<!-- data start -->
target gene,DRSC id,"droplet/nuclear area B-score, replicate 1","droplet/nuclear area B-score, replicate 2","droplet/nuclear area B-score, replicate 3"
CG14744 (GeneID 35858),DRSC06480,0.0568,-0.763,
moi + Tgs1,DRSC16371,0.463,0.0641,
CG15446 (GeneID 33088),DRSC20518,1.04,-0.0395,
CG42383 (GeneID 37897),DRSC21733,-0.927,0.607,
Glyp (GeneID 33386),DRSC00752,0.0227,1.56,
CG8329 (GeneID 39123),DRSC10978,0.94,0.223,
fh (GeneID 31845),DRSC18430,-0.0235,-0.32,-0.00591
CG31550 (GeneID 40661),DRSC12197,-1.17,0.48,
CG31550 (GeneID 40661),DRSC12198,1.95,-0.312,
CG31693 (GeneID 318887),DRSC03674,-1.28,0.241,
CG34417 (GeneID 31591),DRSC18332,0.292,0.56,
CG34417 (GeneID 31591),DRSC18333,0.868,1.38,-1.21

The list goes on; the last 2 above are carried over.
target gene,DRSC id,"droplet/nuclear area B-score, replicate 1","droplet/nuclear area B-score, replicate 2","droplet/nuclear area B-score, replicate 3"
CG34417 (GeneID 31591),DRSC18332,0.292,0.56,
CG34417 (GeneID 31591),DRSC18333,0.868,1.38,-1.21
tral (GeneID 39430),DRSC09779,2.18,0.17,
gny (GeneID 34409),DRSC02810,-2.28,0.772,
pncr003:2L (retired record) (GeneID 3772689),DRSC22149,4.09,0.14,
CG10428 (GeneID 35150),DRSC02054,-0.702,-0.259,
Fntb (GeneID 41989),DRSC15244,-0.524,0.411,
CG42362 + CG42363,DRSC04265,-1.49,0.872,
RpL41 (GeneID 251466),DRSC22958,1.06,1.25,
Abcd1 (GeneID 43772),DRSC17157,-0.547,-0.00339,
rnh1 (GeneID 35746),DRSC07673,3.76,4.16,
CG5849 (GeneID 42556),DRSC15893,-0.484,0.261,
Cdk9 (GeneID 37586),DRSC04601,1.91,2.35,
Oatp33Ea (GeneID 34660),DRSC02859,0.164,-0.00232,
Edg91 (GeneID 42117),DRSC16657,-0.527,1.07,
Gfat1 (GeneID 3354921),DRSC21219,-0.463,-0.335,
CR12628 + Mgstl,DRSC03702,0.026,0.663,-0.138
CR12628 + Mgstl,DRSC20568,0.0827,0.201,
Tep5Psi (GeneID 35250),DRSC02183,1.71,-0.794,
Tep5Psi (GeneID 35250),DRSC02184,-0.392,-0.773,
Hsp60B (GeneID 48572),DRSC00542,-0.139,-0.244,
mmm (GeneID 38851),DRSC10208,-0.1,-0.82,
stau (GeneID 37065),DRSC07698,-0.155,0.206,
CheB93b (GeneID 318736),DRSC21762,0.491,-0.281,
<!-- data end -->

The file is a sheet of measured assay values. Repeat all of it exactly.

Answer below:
target gene,DRSC id,"droplet/nuclear area B-score, replicate 1","droplet/nuclear area B-score, replicate 2","droplet/nuclear area B-score, replicate 3"
CG14744 (GeneID 35858),DRSC06480,0.0568,-0.763,
moi + Tgs1,DRSC16371,0.463,0.0641,
CG15446 (GeneID 33088),DRSC20518,1.04,-0.0395,
CG42383 (GeneID 37897),DRSC21733,-0.927,0.607,
Glyp (GeneID 33386),DRSC00752,0.0227,1.56,
CG8329 (GeneID 39123),DRSC10978,0.94,0.223,
fh (GeneID 31845),DRSC18430,-0.0235,-0.32,-0.00591
CG31550 (GeneID 40661),DRSC12197,-1.17,0.48,
CG31550 (GeneID 40661),DRSC12198,1.95,-0.312,
CG31693 (GeneID 318887),DRSC03674,-1.28,0.241,
CG34417 (GeneID 31591),DRSC18332,0.292,0.56,
CG34417 (GeneID 31591),DRSC18333,0.868,1.38,-1.21

The list goes on; the last 2 above are carried over.
target gene,DRSC id,"droplet/nuclear area B-score, replicate 1","droplet/nuclear area B-score, replicate 2","droplet/nuclear area B-score, replicate 3"
CG34417 (GeneID 31591),DRSC18332,0.292,0.56,
CG34417 (GeneID 31591),DRSC18333,0.868,1.38,-1.21
tral (GeneID 39430),DRSC09779,2.18,0.17,
gny (GeneID 34409),DRSC02810,-2.28,0.772,
pncr003:2L (retired record) (GeneID 3772689),DRSC22149,4.09,0.14,
CG10428 (GeneID 35150),DRSC02054,-0.702,-0.259,
Fntb (GeneID 41989),DRSC15244,-0.524,0.411,
CG42362 + CG42363,DRSC04265,-1.49,0.872,
RpL41 (GeneID 251466),DRSC22958,1.06,1.25,
Abcd1 (GeneID 43772),DRSC17157,-0.547,-0.00339,
rnh1 (GeneID 35746),DRSC07673,3.76,4.16,
CG5849 (GeneID 42556),DRSC15893,-0.484,0.261,
Cdk9 (GeneID 37586),DRSC04601,1.91,2.35,
Oatp33Ea (GeneID 34660),DRSC02859,0.164,-0.00232,
Edg91 (GeneID 42117),DRSC16657,-0.527,1.07,
Gfat1 (GeneID 3354921),DRSC21219,-0.463,-0.335,
CR12628 + Mgstl,DRSC03702,0.026,0.663,-0.138
CR12628 + Mgstl,DRSC20568,0.0827,0.201,
Tep5Psi (GeneID 35250),DRSC02183,1.71,-0.794,
Tep5Psi (GeneID 35250),DRSC02184,-0.392,-0.773,
Hsp60B (GeneID 48572),DRSC00542,-0.139,-0.244,
mmm (GeneID 38851),DRSC10208,-0.1,-0.82,
stau (GeneID 37065),DRSC07698,-0.155,0.206,
CheB93b (GeneID 318736),DRSC21762,0.491,-0.281,